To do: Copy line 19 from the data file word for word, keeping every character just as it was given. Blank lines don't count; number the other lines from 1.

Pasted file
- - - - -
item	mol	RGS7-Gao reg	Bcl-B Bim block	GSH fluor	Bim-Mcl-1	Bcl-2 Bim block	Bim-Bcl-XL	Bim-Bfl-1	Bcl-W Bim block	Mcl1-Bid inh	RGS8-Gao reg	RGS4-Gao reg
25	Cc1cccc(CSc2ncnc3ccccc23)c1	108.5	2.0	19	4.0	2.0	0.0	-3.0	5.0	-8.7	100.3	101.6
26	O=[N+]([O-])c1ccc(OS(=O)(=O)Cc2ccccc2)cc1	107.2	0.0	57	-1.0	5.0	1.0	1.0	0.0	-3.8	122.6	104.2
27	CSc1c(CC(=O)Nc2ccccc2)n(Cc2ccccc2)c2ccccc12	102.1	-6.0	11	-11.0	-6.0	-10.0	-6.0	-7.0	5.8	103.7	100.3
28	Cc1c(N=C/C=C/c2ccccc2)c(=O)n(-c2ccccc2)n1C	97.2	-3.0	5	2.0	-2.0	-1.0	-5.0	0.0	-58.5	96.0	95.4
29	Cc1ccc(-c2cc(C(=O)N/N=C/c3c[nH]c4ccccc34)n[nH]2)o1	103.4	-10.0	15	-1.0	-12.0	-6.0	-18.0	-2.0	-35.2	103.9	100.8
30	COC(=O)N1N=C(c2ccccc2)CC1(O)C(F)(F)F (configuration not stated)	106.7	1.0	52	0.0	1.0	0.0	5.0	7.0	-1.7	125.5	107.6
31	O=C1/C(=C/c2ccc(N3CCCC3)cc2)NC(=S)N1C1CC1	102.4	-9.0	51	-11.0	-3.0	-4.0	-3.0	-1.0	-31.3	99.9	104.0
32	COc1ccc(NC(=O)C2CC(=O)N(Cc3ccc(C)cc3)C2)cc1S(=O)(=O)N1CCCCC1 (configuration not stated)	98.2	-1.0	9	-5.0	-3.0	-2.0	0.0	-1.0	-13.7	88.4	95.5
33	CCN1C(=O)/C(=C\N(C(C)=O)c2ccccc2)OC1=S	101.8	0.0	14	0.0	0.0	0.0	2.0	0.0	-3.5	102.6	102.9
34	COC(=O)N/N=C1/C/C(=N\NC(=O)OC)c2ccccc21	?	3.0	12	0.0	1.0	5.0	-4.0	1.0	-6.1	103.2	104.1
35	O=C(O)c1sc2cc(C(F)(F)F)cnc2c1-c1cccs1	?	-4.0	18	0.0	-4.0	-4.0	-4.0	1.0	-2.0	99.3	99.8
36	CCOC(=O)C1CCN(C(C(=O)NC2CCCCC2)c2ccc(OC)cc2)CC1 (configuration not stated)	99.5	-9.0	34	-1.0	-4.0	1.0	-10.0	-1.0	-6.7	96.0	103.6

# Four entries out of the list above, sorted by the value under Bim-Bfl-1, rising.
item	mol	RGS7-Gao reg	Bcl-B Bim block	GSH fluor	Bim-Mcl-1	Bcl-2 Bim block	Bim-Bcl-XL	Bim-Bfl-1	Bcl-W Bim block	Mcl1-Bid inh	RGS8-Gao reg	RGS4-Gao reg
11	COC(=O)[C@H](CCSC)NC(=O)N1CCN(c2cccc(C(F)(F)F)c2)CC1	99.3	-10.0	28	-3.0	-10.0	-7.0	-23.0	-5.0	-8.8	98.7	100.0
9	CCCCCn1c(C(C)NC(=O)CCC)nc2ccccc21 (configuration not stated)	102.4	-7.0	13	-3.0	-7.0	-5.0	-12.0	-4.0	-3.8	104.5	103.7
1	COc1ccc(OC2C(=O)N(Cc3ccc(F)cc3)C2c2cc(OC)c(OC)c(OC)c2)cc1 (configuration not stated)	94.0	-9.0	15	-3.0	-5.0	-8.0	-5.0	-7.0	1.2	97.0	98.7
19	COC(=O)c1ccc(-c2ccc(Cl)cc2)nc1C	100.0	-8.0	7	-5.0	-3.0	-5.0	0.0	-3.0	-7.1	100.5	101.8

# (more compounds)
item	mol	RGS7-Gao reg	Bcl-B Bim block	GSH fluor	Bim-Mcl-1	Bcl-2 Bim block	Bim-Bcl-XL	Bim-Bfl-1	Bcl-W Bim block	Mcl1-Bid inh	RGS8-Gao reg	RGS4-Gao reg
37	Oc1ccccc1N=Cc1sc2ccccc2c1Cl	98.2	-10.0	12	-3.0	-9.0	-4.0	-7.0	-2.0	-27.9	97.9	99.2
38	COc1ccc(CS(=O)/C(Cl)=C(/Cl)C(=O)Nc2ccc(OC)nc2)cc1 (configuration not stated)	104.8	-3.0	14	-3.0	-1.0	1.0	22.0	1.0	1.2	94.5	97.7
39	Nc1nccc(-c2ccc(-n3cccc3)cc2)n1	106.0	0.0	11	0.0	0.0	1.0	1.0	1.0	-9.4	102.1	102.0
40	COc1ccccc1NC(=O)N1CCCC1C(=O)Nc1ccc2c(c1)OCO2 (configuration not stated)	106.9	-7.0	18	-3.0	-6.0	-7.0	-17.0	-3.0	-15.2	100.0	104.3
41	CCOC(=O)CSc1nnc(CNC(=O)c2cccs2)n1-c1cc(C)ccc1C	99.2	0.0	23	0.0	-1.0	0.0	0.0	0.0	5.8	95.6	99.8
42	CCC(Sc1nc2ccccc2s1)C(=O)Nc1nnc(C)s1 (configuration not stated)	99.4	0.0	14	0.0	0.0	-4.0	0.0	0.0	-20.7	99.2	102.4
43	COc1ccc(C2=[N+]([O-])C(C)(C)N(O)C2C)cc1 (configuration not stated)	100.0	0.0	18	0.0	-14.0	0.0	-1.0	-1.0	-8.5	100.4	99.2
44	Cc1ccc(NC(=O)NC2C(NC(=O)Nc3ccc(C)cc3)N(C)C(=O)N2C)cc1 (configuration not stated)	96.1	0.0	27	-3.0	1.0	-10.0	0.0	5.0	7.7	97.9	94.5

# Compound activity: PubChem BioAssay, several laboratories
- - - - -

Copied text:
19	COC(=O)c1ccc(-c2ccc(Cl)cc2)nc1C	100.0	-8.0	7	-5.0	-3.0	-5.0	0.0	-3.0	-7.1	100.5	101.8